If Luther had been content to argue that the church works and ceremonies of the medieval Catholic Church were similar to the meats and drinks and divers washings, and carnal ordinances (Hebrews 9.10) found in Exodus, Leviticus, Numbers and Deuteronomy, and which Paul described as the works of the Law, he had a good case.  But his state church theology and his precarious political and personal situation pushed Luther to distort Paul's teaching far beyond what Paul meant by it. 

            Luther was targeting gross abuses found in the medieval church, in respect to working your way into heaven via church works--buying your way into heaven even--whether or not he was sincere and disinterested--he wasn't.  But the Anti Works theological principle he developed in response is so extreme that it negates the Christian life.  There wasn't much Christian life to be seen in the Imperial Church of the Middle Ages but the Reformation doctrines compounded the problem.  Consider three examples of works:   1)  the Canterbury pilgrim walks all the way to Canterbury where he says 100 Aves and 100 Pater Nosters while kneeling on thorns so as to obtain a plenary indulgence for himself or for his brother who is in Purgatory (at best) after being killed in a tavern brawl.  2)  Saint Paul suffers beatings and jailings while he makes arduous and dangerous journeys to preach the gospel.   3)  A Sister of the Sick Poor spends days and nights at the bedside of a sick patient.  Are the 2nd and 3rd examples of works to be lumped in with the first as useless for salvation, presumptuous and even offensive to God ?  Has Paul offended God by thinking that his works are important and necessary in God's plan of Salvation ?  Has the Sister fallen into error in thinking that by complying with the caring for the sick injunction found in Matthew 25.31-46 she is securing her inclusion with the sheep ?  Isn't that what it says ?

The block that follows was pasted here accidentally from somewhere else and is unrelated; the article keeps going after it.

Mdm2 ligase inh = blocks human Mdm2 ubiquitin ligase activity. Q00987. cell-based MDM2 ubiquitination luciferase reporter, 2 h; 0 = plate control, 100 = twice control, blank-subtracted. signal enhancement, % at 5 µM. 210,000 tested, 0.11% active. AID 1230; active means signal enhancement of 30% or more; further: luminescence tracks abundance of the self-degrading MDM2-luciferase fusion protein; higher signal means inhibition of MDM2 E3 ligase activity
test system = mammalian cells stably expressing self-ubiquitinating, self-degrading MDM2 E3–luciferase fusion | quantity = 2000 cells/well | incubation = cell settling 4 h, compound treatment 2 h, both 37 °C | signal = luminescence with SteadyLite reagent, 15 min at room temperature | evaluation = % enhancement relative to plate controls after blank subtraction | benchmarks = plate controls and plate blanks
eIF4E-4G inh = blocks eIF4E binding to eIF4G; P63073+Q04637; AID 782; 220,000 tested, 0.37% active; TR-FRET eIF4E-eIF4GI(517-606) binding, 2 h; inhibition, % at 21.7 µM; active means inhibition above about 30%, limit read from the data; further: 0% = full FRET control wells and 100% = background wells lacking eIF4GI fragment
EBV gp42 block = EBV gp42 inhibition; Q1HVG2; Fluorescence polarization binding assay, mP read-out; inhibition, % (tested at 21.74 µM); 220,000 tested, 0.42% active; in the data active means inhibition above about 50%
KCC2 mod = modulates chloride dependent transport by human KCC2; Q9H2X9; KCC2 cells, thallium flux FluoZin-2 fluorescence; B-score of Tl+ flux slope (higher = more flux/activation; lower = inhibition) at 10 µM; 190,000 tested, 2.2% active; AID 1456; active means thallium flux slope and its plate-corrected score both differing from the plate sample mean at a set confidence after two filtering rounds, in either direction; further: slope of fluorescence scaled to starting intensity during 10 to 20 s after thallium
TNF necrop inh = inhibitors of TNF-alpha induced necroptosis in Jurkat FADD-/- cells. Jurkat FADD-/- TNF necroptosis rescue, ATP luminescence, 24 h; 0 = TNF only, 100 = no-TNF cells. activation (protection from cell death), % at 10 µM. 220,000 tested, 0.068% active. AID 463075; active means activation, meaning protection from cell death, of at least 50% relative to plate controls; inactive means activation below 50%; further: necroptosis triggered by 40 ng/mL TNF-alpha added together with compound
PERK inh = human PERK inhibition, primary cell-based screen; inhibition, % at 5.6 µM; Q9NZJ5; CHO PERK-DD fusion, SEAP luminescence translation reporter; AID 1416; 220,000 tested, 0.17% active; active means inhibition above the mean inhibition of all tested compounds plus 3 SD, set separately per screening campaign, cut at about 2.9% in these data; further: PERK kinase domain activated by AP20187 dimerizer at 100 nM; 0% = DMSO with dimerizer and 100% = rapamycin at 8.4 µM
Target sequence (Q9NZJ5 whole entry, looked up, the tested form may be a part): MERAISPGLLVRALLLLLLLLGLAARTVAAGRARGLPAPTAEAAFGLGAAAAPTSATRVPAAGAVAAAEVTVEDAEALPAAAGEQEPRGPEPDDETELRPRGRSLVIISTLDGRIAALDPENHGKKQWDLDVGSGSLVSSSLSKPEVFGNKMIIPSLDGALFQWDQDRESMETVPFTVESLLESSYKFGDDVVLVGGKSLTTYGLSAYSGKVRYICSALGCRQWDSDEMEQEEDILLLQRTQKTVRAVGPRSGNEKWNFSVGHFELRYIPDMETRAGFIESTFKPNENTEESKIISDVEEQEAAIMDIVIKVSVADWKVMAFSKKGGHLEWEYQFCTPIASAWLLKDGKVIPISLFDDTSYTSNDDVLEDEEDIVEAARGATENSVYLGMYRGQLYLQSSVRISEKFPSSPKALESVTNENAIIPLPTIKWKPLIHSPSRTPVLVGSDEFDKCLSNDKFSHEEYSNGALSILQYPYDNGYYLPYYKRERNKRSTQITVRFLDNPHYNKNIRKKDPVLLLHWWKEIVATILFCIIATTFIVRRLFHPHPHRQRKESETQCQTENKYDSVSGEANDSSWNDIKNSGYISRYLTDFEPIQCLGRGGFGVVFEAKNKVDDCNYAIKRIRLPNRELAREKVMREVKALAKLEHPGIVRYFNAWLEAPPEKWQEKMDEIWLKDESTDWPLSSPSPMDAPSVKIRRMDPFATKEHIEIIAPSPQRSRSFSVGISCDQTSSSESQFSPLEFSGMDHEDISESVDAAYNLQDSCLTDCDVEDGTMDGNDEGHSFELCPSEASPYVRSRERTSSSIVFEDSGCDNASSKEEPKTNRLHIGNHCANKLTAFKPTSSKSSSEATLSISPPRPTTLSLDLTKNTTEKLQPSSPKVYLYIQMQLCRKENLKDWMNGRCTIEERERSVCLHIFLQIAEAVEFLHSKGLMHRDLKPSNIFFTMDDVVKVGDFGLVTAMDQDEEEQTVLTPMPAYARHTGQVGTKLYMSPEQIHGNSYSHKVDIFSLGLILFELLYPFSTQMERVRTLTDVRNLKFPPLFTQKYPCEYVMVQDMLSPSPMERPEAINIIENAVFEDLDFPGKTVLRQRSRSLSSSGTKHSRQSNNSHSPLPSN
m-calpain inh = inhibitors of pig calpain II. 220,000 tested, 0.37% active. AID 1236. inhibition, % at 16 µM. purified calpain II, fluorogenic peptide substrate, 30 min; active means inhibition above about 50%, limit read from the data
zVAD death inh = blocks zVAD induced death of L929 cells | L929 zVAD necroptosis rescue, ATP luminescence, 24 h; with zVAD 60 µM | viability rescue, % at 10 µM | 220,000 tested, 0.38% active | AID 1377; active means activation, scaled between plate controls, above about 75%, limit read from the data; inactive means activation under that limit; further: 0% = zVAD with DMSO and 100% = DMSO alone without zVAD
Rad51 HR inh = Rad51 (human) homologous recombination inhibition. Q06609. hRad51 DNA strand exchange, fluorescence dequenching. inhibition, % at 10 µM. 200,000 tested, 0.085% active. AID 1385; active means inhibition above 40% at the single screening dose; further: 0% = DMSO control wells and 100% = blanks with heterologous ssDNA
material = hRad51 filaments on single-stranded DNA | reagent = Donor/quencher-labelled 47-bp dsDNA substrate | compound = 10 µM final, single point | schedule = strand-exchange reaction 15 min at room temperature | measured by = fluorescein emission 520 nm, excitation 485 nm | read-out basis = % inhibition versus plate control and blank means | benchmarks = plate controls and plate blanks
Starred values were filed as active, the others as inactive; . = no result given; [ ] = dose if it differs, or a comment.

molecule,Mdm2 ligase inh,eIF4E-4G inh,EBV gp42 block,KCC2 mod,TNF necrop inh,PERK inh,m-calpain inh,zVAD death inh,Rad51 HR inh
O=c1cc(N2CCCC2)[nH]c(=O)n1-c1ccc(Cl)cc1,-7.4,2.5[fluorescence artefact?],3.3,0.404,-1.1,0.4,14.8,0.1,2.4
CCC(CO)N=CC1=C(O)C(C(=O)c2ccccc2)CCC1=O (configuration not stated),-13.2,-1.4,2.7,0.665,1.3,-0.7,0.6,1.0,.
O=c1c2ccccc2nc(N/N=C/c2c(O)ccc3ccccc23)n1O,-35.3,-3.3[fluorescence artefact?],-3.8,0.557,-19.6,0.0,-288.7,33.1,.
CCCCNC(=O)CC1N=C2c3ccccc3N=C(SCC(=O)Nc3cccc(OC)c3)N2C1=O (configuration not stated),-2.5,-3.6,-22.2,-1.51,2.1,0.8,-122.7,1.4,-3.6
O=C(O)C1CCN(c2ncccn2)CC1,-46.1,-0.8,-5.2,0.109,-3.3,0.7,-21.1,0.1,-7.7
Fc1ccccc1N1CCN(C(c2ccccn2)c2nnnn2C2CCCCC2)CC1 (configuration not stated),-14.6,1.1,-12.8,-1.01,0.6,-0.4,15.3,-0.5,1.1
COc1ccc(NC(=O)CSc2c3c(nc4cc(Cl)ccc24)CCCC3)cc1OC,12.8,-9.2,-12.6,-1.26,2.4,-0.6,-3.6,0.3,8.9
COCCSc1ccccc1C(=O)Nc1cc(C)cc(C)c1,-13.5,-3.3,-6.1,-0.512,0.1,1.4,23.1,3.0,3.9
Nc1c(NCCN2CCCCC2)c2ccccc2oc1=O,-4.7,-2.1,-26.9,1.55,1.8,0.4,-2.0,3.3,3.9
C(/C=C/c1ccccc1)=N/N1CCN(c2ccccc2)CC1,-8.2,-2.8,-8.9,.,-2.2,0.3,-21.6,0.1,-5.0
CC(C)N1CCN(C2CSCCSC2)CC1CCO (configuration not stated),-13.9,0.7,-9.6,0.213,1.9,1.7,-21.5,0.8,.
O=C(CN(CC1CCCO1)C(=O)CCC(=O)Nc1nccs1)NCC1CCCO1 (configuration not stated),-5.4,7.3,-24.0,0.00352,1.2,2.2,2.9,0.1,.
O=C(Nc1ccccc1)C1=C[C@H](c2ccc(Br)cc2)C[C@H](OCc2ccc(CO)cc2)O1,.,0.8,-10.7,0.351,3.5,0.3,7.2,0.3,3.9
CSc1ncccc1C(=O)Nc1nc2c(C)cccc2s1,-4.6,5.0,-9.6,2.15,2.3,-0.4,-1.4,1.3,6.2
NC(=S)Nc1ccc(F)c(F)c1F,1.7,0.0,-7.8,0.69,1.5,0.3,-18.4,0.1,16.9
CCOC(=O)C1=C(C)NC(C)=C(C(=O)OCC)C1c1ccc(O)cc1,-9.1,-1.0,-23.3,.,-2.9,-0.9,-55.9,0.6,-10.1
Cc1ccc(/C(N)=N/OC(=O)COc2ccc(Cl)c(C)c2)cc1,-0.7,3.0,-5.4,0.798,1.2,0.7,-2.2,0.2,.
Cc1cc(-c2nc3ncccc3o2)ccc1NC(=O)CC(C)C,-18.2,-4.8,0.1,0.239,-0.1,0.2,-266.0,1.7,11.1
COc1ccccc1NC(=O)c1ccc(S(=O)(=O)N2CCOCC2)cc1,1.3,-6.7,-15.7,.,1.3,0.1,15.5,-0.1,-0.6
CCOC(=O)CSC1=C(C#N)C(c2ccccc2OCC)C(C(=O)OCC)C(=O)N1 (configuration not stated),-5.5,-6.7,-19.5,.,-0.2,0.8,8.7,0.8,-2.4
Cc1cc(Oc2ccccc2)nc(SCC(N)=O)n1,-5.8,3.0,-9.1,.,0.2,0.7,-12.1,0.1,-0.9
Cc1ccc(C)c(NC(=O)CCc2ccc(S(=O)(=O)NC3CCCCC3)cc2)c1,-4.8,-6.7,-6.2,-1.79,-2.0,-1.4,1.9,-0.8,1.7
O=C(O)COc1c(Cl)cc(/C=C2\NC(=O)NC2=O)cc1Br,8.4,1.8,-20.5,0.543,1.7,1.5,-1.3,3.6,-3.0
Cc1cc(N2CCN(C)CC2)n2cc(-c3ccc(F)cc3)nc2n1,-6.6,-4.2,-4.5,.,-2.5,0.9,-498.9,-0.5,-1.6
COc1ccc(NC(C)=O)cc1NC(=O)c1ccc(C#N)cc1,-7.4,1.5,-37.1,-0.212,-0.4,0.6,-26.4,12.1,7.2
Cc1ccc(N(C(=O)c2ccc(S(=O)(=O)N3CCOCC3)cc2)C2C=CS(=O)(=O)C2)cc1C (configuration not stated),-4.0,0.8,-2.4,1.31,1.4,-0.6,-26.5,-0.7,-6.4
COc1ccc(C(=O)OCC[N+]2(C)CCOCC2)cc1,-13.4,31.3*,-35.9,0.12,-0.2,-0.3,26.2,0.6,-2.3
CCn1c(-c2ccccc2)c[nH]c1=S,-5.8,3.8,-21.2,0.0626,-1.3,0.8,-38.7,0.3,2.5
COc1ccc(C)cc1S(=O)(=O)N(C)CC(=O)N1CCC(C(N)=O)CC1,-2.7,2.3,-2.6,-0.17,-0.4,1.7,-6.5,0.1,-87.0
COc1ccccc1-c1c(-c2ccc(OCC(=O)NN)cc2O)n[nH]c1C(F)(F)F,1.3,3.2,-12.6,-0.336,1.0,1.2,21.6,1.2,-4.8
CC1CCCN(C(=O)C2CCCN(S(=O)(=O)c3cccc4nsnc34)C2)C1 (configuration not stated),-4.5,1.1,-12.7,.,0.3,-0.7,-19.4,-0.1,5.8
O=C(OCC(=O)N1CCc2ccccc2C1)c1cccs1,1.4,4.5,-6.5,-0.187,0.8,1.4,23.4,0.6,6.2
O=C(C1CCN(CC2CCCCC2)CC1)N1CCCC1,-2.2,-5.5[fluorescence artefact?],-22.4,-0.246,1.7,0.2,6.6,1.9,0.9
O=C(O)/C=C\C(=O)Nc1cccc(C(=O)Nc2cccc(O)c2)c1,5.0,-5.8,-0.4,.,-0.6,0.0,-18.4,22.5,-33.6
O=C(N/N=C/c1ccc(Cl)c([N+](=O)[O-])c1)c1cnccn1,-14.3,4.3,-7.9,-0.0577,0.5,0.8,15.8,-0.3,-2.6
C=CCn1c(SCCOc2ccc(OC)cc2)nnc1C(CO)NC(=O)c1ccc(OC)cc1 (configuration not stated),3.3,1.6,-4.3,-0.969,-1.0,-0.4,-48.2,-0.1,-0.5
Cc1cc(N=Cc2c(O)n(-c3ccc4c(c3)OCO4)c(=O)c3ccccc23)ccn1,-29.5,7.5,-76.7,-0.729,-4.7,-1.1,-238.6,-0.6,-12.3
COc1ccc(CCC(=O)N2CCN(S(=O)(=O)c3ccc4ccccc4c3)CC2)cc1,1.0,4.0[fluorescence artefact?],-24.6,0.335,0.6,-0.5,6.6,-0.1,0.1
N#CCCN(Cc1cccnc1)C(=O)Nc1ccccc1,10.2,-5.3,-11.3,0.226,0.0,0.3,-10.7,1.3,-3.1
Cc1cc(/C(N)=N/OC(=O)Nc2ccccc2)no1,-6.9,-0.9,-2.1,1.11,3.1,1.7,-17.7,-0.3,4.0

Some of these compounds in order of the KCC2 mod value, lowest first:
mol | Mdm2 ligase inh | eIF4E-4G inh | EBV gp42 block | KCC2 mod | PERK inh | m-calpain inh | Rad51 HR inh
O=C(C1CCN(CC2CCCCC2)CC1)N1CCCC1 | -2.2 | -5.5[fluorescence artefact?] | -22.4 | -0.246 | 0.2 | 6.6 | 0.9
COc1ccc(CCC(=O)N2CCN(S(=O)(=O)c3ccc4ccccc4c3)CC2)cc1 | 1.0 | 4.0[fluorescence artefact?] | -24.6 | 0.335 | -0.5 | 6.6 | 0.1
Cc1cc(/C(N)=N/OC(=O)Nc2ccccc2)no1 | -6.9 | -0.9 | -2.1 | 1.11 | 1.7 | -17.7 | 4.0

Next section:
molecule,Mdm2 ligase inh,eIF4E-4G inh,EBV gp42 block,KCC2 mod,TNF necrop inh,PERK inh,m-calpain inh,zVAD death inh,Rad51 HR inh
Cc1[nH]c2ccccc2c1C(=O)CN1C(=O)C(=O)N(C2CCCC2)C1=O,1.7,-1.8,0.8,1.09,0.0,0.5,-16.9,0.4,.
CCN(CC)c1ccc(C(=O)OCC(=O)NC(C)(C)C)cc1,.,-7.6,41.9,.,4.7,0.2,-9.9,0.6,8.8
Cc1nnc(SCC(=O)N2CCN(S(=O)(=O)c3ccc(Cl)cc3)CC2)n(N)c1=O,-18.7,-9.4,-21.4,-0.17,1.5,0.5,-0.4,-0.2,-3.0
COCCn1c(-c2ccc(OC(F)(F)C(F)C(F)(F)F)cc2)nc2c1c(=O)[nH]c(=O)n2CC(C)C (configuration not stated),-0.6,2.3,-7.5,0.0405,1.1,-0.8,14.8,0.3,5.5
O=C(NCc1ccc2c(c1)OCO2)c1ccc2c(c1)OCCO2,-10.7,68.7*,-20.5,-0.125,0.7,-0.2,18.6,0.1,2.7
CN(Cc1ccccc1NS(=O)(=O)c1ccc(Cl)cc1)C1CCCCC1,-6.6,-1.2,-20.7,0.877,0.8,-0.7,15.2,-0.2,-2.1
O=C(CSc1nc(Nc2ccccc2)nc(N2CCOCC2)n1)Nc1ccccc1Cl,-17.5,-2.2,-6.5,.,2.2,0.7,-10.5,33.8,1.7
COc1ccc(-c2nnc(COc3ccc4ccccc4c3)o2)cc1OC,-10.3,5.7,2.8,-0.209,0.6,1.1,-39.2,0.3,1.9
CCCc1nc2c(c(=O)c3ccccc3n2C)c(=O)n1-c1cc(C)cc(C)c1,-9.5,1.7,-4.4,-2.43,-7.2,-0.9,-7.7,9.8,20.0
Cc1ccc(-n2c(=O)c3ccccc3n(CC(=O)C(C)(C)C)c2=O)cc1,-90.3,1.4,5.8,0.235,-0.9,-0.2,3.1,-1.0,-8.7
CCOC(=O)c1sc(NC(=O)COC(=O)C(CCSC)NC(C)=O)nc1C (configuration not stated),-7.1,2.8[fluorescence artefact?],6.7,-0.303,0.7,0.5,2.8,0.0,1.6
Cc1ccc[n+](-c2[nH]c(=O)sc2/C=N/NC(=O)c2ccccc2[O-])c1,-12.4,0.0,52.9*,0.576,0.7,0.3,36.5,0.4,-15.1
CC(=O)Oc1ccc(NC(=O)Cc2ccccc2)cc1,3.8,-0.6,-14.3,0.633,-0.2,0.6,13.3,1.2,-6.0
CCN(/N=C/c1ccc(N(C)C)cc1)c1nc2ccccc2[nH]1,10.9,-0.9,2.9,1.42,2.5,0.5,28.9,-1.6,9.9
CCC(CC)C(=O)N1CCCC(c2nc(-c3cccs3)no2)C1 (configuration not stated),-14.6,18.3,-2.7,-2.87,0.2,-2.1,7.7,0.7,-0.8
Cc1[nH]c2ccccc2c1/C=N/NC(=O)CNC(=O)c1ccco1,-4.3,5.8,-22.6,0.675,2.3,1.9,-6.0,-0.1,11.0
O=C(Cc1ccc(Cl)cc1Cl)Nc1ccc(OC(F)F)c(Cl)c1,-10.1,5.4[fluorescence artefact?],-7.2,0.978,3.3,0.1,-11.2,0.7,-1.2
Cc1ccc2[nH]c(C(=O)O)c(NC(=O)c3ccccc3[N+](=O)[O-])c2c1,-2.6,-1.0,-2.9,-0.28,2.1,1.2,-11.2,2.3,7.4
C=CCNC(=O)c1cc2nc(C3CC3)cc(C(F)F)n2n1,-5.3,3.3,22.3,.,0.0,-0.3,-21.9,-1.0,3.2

Luther's attack on the powers of the priesthood and his re-definition of the sacrament of the Eucharist were necessary to undercut the power of Rome and the threat of the Interdict.  The false history of the Protestant Reformation ignores the basic fact that Luther was first to last entirely dependent upon the German princes and entirely at their service in their rebellion against Rome and the Empire.  His theology is shaped and re-shaped by the necessities of Reformation era politics.

 Faith and Works :

Luther's Distortion of Paul's Teaching

by Terry Sullivan
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Terry Sullivan